IT managers see need for risk metrics

Computerworld (U.S.)

Technology managers trying to justify and prioritize IT security spending are searching for some way to quantify the risk management benefits.

But a lack of standard processes and the wide variability of factors that affect risk are making it hard for companies to collect such metrics, users said earlier this month at a conference in Washington, D.C., organized by Gartner Inc.

“There is an increasing focus on measuring security effectiveness,” said Carl Cammarata, chief information security officer at automobile association AAA Michigan in Dearborn. Companies are realizing that “you can’t manage what you can’t measure.”

Driving the trend is the fact that security budgets have been rising by 20 per cent annually over the past couple of years, said Richard Hunter, an analyst at Stamford, Conn.-based Gartner.

“These have been pure costs, and CIOs and CEOs are asking what they are getting from all that (spending),” Hunter said. “If the response is, ‘You are getting better security,’ the next question is, ‘How do you know?’ “

As a result, security administrators are under growing pressure to find quantitative measures to demonstrate the efficacy of their security strategies.

“You need to have a baseline to measure against. If you don’t have any measurements, you don’t know where you are,” said Gregory Waters, a senior information assurance engineer at TWM Associates Inc., an IT auditing firm in Fairfax, Va.

The numbers can come from a variety of sources. For example, said Gartner, a company could collect metrics on the number of attacks it faced during a specific period, the type of attacks, the percentage of attacks that were successful, the time that elapsed between the onset of an attack and when it was first detected, and the time it took to launch countermeasures.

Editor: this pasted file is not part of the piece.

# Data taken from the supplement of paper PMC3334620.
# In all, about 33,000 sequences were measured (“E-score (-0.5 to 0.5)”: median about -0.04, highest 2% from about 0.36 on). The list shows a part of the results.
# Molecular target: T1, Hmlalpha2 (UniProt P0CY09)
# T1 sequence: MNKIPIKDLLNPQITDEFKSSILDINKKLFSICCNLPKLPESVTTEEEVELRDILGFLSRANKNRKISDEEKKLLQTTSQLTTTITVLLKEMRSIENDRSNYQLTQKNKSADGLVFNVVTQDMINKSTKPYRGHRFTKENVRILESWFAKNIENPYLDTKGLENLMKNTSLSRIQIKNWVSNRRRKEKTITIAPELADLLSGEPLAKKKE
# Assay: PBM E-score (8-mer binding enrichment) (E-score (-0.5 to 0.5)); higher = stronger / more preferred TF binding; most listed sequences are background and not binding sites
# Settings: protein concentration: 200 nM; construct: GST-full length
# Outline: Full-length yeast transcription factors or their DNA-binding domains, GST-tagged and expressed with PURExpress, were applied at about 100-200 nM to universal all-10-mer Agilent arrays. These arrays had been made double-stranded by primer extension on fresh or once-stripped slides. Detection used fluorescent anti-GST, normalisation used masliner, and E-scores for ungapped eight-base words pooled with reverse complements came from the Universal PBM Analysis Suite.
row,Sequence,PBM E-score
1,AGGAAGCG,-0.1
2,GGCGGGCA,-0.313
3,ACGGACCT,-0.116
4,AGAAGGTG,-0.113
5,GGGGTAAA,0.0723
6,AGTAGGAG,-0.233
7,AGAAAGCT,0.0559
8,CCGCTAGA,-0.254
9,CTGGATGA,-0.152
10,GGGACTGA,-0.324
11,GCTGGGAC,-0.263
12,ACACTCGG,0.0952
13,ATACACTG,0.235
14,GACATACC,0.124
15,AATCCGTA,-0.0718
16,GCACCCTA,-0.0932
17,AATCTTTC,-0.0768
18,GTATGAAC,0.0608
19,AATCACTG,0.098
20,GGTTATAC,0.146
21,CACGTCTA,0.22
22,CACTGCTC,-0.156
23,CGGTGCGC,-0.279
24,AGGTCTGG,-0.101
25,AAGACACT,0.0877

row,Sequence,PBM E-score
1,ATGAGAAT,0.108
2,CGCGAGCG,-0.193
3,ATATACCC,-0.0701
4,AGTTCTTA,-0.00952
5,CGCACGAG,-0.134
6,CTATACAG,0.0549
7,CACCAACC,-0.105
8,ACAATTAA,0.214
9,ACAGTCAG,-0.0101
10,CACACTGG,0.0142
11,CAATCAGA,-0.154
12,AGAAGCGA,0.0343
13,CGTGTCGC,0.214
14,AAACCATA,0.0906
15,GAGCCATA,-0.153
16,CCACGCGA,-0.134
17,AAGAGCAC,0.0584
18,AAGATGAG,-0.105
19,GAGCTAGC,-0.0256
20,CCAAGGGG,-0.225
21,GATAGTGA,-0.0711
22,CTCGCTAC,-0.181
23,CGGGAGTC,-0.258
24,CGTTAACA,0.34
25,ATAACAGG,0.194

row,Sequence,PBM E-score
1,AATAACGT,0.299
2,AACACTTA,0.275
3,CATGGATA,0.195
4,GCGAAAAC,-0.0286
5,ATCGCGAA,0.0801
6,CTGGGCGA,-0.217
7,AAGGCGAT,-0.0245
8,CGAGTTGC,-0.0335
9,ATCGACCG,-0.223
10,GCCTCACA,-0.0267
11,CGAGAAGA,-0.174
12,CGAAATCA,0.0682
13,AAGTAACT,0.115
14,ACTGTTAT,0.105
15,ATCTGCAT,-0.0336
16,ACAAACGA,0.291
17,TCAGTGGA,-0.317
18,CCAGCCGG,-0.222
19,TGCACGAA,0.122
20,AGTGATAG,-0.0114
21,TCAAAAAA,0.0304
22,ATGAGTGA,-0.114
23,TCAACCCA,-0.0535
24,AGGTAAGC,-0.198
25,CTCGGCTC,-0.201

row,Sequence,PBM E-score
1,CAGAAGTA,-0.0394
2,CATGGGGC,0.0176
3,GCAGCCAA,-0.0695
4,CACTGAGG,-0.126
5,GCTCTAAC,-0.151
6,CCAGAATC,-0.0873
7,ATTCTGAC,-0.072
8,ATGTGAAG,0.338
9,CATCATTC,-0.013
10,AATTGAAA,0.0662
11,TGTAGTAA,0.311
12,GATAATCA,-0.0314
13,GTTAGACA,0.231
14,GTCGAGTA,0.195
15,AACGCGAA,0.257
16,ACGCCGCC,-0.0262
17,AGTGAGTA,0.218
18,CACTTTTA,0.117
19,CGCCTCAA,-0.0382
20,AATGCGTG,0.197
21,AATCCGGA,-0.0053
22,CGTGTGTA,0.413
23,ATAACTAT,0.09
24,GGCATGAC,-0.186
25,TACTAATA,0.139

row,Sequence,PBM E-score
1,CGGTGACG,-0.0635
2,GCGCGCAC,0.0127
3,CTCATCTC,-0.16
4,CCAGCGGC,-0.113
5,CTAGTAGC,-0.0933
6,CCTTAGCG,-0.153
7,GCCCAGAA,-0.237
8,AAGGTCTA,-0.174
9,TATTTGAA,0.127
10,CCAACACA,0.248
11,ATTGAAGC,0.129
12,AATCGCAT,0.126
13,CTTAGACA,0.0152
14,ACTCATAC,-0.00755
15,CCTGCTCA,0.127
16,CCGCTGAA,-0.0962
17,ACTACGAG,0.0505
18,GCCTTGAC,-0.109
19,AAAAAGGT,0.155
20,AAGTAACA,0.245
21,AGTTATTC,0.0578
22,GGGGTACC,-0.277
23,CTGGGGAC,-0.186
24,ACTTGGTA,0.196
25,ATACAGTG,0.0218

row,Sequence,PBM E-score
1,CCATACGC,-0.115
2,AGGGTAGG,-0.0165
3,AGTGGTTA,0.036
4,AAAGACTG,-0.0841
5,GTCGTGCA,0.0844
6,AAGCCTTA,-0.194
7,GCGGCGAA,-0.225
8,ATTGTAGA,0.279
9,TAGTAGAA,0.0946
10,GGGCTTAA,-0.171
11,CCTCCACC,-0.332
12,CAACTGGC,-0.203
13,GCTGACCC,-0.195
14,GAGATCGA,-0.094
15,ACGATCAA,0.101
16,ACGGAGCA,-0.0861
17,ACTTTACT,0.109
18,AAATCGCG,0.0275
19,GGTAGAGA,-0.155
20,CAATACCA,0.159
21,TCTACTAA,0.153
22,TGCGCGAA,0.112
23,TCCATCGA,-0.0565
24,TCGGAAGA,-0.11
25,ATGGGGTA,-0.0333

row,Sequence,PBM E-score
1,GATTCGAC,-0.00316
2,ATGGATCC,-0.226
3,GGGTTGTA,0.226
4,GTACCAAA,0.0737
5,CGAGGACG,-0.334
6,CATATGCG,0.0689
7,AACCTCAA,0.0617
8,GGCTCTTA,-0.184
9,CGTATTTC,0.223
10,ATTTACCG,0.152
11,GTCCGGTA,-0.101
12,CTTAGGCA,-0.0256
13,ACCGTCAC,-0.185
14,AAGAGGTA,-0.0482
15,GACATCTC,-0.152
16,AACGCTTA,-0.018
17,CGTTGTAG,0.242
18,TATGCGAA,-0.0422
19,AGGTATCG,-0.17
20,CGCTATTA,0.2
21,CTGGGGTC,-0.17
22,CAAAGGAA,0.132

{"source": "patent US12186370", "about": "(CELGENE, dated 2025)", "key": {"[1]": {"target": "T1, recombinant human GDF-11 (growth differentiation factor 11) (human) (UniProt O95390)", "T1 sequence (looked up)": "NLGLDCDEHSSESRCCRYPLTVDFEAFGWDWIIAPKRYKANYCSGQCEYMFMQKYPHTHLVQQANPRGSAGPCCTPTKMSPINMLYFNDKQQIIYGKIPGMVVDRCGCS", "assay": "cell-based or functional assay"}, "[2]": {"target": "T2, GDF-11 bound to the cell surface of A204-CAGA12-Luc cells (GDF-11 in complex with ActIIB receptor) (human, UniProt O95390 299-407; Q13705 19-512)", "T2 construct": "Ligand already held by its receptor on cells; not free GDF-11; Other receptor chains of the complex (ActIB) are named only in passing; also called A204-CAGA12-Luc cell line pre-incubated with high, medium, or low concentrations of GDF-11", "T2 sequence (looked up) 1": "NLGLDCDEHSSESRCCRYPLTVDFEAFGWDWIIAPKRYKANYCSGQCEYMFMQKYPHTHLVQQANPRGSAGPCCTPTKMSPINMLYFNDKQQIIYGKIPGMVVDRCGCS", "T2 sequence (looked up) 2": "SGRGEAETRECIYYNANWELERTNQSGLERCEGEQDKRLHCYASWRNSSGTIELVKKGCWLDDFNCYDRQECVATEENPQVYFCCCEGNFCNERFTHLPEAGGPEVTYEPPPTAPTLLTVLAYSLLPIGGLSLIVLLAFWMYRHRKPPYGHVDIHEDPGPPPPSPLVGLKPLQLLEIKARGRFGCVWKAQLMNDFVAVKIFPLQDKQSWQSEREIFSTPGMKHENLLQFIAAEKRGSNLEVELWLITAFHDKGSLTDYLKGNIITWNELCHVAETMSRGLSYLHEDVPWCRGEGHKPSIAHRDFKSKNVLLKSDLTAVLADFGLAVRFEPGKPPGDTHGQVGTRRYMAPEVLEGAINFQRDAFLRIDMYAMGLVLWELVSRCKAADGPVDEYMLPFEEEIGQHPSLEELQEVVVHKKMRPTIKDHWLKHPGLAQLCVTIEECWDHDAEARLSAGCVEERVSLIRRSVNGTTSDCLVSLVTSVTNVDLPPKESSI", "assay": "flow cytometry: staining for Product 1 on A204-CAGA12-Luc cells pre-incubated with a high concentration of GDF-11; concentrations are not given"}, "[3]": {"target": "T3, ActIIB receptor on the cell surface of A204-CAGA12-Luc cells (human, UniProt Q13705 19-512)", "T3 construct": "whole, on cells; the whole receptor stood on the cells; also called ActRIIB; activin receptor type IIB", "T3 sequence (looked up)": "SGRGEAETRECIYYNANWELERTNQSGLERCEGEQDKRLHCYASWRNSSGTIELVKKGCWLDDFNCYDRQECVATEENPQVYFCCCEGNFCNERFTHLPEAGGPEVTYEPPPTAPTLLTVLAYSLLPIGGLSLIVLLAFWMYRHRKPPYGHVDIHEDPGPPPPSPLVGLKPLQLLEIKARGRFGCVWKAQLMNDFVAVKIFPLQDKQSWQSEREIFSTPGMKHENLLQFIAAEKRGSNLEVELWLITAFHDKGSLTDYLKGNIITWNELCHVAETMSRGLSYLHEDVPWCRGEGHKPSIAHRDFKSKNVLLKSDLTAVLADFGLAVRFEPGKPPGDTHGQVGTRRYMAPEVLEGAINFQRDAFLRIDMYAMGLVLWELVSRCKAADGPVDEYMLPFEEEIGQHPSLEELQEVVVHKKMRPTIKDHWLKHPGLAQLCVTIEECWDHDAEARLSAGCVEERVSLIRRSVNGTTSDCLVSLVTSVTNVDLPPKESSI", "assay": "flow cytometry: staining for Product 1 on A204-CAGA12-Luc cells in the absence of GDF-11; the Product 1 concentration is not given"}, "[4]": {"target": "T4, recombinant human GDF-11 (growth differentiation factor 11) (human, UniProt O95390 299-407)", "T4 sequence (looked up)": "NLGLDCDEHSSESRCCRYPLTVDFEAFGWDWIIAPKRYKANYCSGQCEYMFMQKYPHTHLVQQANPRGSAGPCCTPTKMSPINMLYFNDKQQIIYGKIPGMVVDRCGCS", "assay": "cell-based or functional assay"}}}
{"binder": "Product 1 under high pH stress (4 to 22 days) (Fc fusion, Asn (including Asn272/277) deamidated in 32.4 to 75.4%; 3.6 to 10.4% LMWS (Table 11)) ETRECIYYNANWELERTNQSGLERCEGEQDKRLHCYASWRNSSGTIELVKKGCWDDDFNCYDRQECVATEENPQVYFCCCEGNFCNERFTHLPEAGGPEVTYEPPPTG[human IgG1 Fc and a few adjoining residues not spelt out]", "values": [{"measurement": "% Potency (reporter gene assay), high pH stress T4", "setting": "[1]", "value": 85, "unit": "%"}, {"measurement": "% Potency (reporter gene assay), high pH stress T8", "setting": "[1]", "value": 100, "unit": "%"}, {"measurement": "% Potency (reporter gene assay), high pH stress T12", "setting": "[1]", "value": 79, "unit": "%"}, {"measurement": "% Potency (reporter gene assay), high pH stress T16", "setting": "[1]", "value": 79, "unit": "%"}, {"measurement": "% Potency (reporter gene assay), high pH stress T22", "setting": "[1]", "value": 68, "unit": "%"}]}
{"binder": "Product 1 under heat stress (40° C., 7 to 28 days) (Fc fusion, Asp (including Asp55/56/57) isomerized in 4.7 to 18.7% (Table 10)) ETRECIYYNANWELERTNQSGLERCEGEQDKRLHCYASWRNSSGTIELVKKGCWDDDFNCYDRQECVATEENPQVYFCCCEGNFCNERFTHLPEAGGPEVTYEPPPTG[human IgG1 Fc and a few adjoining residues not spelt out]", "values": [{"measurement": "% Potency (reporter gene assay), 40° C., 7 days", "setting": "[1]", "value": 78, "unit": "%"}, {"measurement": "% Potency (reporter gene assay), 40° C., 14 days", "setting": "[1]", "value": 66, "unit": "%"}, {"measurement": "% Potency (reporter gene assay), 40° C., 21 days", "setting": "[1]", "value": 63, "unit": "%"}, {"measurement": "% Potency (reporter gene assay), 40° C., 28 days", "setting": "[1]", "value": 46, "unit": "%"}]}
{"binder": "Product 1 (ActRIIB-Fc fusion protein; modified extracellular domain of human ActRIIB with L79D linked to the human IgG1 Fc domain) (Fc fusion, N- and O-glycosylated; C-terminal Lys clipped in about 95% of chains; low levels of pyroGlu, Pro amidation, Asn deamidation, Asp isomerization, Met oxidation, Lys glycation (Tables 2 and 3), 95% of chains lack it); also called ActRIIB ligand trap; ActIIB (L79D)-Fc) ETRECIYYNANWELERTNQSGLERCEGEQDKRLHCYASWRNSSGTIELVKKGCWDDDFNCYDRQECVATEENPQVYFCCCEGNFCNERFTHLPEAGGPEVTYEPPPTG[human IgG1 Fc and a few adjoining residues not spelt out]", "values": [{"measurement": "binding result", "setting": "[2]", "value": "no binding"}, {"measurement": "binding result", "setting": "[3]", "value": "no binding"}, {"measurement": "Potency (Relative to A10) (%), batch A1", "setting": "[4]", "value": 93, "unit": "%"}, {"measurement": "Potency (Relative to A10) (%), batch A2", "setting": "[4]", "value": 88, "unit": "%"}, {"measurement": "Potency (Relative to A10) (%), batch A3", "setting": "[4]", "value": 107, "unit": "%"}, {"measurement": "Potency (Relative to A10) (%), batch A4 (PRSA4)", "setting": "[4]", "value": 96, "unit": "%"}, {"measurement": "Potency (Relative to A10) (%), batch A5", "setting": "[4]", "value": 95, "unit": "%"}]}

The metrics could also relate to a company’s overall risk profile based on an assessment of the vulnerabilities and threats faced by an organization and the countermeasures in place to deal with them.

Meaningful Metrics

Some vendors, such as Foundstone Inc. in Mission Viejo, Calif., and TruSecure Corp. in Herndon, Va., offer tools they say will help companies numerically score their risk on a sliding scale based on such assessments.

Used properly, such metrics can help security administrators give business managers a better snapshot of a company’s risk profile, Cammarata said. At AAA, merely using statistics and benchmarks from organizations such as the SANS Institute in Bethesda, Md., and the Computer Security Institute in San Francisco no longer cut it, Cammarata said. “My managers want to know what these statistics mean to my organization specifically,” he said.

Consequently, AAA is planning to gather internal metrics to build a one-page “dashboard” that will give managers a better, more relevant picture, he said.

Northrop Grumman Mission Systems in Reston, Va., is pursuing a similar dashboard approach, said CIO Diane Murray. “It will give us a high-level management view of how well we are doing” on the security front, she said.

Such information can also be useful to auditors for evaluating a company’s compliance with regulatory requirements. But gathering such metrics and using them in a meaningful way can be hard, especially when dealing with an issue such as risk, said Bill Spernow, chief information security officer at the Georgia Student Finance Commission in Tucker.

“The raw statistics that we need to create a measurable foundation do not exist,” he said. Moreover, numbers may not always tell the full story, because there are too many variables and dependencies involved in measuring risk, Spernow said. At best, they are “trend indicators” that could create a “false sense of security” if relied upon solely, he added.

Standards such as ISO 17779, which covers IT governance and data security, can provide a good basis for understanding what’s needed to build effective IT security, he said.


Where the risks are

Earlier this year, Gartner Inc. ranked the top security issues facing companies in 2003. They are:

– Efforts to secure Web services and WLAN implementations

– Identity management and provisioning

– Intrusion prevention and event correlation – Efforts to secure “holes” instant messaging can open in networks.

– Preparations to prevent or secure networks against viruses.